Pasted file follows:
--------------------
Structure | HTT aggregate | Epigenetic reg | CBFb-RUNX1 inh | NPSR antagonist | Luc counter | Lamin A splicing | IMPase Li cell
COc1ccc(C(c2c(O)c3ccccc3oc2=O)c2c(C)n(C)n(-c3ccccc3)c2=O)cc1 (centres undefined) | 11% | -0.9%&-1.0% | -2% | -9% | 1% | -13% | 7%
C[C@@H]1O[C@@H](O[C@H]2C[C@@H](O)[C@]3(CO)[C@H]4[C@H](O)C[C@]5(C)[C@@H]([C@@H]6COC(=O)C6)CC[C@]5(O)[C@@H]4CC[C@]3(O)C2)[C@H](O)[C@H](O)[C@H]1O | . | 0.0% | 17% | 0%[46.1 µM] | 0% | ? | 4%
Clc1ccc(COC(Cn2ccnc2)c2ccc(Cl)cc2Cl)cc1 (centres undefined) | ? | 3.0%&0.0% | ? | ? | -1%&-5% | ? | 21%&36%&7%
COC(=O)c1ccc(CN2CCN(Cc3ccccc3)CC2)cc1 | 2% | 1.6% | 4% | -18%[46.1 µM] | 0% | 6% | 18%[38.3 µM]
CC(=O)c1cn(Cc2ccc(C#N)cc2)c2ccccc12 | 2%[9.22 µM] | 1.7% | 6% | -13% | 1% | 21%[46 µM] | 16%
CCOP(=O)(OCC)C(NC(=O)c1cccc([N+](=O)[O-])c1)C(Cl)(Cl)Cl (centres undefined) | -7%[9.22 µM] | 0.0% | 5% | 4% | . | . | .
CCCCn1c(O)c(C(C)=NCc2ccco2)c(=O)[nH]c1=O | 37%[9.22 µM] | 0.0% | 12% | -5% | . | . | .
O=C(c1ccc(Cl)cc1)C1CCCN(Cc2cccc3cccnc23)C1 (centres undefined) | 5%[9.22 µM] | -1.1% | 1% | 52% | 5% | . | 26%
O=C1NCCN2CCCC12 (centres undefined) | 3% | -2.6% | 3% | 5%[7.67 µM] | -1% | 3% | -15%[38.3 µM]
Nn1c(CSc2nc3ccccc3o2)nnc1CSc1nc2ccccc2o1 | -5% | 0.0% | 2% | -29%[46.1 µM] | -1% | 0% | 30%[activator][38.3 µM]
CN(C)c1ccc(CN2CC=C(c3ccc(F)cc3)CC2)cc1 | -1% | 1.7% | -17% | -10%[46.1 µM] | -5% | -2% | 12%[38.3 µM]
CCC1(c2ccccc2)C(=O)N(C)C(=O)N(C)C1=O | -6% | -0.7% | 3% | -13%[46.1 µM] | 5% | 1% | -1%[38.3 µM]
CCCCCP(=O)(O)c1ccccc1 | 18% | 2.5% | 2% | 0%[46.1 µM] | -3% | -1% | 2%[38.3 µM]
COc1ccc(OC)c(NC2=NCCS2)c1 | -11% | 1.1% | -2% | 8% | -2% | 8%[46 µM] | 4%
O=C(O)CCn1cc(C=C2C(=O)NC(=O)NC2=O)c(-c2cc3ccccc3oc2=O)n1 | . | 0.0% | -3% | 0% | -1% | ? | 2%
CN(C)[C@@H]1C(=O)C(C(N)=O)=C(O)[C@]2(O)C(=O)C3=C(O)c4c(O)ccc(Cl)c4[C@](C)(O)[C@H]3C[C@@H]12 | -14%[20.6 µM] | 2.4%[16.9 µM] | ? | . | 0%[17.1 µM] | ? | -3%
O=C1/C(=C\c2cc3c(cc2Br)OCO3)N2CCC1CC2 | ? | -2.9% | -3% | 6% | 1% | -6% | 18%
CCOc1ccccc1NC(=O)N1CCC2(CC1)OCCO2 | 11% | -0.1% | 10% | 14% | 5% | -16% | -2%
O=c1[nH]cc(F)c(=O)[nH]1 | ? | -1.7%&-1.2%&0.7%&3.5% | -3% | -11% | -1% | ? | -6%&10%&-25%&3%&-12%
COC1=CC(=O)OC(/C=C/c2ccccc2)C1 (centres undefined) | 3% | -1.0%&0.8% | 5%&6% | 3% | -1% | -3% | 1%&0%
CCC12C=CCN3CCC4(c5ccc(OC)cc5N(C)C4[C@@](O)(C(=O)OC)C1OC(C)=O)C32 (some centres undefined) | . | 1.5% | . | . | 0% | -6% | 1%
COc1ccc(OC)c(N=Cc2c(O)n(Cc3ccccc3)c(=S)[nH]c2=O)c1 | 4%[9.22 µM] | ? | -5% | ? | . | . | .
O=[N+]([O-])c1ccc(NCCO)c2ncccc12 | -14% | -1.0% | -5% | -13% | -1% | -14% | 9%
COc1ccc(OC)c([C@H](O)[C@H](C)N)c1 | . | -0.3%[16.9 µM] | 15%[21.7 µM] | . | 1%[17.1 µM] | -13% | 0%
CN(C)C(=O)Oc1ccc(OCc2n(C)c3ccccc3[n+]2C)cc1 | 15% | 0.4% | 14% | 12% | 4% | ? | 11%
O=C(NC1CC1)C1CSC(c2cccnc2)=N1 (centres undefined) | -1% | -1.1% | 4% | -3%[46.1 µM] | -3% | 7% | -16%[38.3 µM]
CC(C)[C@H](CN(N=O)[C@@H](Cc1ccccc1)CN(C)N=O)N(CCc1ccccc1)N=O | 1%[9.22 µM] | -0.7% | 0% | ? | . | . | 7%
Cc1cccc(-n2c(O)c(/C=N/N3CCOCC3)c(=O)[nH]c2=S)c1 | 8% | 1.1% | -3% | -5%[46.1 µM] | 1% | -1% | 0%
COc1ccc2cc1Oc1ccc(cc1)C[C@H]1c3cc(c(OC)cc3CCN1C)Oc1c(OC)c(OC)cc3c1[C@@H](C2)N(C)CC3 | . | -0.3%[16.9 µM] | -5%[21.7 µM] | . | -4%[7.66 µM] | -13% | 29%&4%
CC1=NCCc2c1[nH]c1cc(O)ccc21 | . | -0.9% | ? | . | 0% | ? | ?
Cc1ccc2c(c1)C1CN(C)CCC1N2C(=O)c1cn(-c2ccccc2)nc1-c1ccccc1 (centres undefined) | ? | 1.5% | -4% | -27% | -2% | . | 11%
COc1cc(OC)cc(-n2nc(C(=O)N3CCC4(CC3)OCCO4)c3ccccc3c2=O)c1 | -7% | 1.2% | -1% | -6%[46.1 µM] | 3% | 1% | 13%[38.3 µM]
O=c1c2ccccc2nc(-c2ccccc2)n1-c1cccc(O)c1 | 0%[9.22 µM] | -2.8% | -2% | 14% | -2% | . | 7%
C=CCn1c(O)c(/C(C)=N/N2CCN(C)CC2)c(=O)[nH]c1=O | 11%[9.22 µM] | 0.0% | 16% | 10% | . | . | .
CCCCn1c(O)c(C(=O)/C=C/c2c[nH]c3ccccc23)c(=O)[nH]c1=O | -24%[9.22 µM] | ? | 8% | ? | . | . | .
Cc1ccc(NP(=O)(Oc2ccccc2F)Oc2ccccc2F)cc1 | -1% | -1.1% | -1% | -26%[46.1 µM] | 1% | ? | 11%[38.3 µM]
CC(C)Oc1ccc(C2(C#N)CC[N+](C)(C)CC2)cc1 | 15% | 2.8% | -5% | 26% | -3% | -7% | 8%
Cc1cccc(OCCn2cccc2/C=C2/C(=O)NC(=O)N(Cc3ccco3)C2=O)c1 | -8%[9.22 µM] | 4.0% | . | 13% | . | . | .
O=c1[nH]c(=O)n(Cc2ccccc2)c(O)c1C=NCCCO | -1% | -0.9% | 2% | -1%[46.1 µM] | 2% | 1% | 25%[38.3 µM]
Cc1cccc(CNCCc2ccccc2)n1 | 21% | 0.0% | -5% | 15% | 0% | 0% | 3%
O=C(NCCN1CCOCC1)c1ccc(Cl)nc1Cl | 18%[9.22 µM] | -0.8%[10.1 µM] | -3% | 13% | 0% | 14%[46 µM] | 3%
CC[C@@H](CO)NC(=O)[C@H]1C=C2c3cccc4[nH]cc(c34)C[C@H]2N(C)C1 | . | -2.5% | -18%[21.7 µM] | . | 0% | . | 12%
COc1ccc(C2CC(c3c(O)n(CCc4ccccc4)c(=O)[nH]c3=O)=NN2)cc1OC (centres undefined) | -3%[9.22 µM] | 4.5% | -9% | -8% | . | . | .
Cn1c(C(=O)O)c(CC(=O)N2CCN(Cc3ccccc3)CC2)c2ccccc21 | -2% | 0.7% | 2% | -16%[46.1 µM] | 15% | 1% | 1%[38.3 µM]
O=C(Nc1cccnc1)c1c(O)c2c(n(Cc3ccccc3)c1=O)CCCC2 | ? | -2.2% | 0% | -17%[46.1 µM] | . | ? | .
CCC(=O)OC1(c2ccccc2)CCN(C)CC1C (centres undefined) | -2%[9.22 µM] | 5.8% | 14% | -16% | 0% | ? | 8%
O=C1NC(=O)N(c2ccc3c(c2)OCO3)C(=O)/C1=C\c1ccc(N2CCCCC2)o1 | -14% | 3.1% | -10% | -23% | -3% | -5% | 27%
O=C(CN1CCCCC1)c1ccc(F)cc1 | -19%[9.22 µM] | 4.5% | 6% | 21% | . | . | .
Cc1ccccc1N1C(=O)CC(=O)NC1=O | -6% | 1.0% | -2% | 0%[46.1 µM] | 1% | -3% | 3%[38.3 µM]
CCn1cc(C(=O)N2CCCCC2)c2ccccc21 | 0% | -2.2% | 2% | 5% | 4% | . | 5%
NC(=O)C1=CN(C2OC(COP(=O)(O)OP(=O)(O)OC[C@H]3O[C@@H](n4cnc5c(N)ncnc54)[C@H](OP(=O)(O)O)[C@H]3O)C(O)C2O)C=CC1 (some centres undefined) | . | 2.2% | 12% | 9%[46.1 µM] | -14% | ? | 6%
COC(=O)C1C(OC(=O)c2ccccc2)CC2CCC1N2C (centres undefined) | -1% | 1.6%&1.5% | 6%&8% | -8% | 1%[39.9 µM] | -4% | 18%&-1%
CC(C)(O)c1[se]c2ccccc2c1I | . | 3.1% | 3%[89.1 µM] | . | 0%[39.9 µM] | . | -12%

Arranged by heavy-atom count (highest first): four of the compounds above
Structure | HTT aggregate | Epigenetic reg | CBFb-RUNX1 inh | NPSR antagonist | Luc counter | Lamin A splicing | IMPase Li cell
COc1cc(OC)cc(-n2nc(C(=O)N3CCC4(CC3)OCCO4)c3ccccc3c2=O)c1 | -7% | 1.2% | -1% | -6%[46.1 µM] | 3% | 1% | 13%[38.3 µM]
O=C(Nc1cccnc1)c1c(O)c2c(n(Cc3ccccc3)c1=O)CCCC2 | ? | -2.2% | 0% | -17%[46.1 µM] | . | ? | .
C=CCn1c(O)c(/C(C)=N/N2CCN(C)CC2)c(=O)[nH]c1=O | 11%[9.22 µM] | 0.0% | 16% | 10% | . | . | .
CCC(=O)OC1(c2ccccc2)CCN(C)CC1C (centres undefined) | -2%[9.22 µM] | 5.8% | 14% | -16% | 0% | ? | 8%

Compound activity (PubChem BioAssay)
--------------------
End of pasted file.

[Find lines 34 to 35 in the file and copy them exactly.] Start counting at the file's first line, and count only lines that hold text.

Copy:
O=c1c2ccccc2nc(-c2ccccc2)n1-c1cccc(O)c1 | 0%[9.22 µM] | -2.8% | -2% | 14% | -2% | . | 7%
C=CCn1c(O)c(/C(C)=N/N2CCN(C)CC2)c(=O)[nH]c1=O | 11%[9.22 µM] | 0.0% | 16% | 10% | . | . | .